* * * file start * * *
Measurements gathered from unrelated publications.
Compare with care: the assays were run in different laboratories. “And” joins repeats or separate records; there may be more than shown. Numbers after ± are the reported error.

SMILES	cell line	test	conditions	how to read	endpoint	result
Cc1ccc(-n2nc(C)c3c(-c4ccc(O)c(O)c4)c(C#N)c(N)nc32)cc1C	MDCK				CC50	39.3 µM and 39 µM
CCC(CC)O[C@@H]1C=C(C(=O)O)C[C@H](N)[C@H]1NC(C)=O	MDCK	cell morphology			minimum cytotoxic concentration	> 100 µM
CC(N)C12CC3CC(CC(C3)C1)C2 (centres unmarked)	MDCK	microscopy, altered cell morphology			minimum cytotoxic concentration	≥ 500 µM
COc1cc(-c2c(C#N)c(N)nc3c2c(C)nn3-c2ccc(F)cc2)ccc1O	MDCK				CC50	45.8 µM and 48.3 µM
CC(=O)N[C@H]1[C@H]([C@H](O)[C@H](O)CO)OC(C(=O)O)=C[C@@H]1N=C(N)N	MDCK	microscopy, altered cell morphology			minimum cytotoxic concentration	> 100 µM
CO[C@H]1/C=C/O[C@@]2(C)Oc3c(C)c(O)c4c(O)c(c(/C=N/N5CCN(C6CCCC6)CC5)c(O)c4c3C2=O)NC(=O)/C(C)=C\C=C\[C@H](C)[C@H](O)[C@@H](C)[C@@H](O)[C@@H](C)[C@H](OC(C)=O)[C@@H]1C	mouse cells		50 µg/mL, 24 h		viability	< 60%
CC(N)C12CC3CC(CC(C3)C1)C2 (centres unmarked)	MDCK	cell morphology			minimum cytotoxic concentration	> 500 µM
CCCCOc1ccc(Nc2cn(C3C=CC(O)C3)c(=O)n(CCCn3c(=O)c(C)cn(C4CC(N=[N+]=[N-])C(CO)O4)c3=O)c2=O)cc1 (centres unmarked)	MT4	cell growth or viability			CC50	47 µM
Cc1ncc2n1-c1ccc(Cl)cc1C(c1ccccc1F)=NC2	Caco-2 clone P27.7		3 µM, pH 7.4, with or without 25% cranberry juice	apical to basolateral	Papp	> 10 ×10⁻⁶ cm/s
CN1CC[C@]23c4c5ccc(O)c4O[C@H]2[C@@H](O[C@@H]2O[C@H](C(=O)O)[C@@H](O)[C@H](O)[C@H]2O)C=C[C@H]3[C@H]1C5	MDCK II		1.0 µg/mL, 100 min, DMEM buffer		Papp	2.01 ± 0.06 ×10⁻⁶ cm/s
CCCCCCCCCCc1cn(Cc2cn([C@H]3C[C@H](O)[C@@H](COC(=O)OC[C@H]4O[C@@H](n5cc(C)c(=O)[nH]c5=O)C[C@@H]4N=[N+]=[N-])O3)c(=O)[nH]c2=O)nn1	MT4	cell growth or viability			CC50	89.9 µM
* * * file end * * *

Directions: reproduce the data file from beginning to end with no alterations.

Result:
Measurements gathered from unrelated publications.
Compare with care: the assays were run in different laboratories. “And” joins repeats or separate records; there may be more than shown. Numbers after ± are the reported error.

SMILES	cell line	test	conditions	how to read	endpoint	result
Cc1ccc(-n2nc(C)c3c(-c4ccc(O)c(O)c4)c(C#N)c(N)nc32)cc1C	MDCK				CC50	39.3 µM and 39 µM
CCC(CC)O[C@@H]1C=C(C(=O)O)C[C@H](N)[C@H]1NC(C)=O	MDCK	cell morphology			minimum cytotoxic concentration	> 100 µM
CC(N)C12CC3CC(CC(C3)C1)C2 (centres unmarked)	MDCK	microscopy, altered cell morphology			minimum cytotoxic concentration	≥ 500 µM
COc1cc(-c2c(C#N)c(N)nc3c2c(C)nn3-c2ccc(F)cc2)ccc1O	MDCK				CC50	45.8 µM and 48.3 µM
CC(=O)N[C@H]1[C@H]([C@H](O)[C@H](O)CO)OC(C(=O)O)=C[C@@H]1N=C(N)N	MDCK	microscopy, altered cell morphology			minimum cytotoxic concentration	> 100 µM
CO[C@H]1/C=C/O[C@@]2(C)Oc3c(C)c(O)c4c(O)c(c(/C=N/N5CCN(C6CCCC6)CC5)c(O)c4c3C2=O)NC(=O)/C(C)=C\C=C\[C@H](C)[C@H](O)[C@@H](C)[C@@H](O)[C@@H](C)[C@H](OC(C)=O)[C@@H]1C	mouse cells		50 µg/mL, 24 h		viability	< 60%
CC(N)C12CC3CC(CC(C3)C1)C2 (centres unmarked)	MDCK	cell morphology			minimum cytotoxic concentration	> 500 µM
CCCCOc1ccc(Nc2cn(C3C=CC(O)C3)c(=O)n(CCCn3c(=O)c(C)cn(C4CC(N=[N+]=[N-])C(CO)O4)c3=O)c2=O)cc1 (centres unmarked)	MT4	cell growth or viability			CC50	47 µM
Cc1ncc2n1-c1ccc(Cl)cc1C(c1ccccc1F)=NC2	Caco-2 clone P27.7		3 µM, pH 7.4, with or without 25% cranberry juice	apical to basolateral	Papp	> 10 ×10⁻⁶ cm/s
CN1CC[C@]23c4c5ccc(O)c4O[C@H]2[C@@H](O[C@@H]2O[C@H](C(=O)O)[C@@H](O)[C@H](O)[C@H]2O)C=C[C@H]3[C@H]1C5	MDCK II		1.0 µg/mL, 100 min, DMEM buffer		Papp	2.01 ± 0.06 ×10⁻⁶ cm/s
CCCCCCCCCCc1cn(Cc2cn([C@H]3C[C@H](O)[C@@H](COC(=O)OC[C@H]4O[C@@H](n5cc(C)c(=O)[nH]c5=O)C[C@@H]4N=[N+]=[N-])O3)c(=O)[nH]c2=O)nn1	MT4	cell growth or viability			CC50	89.9 µM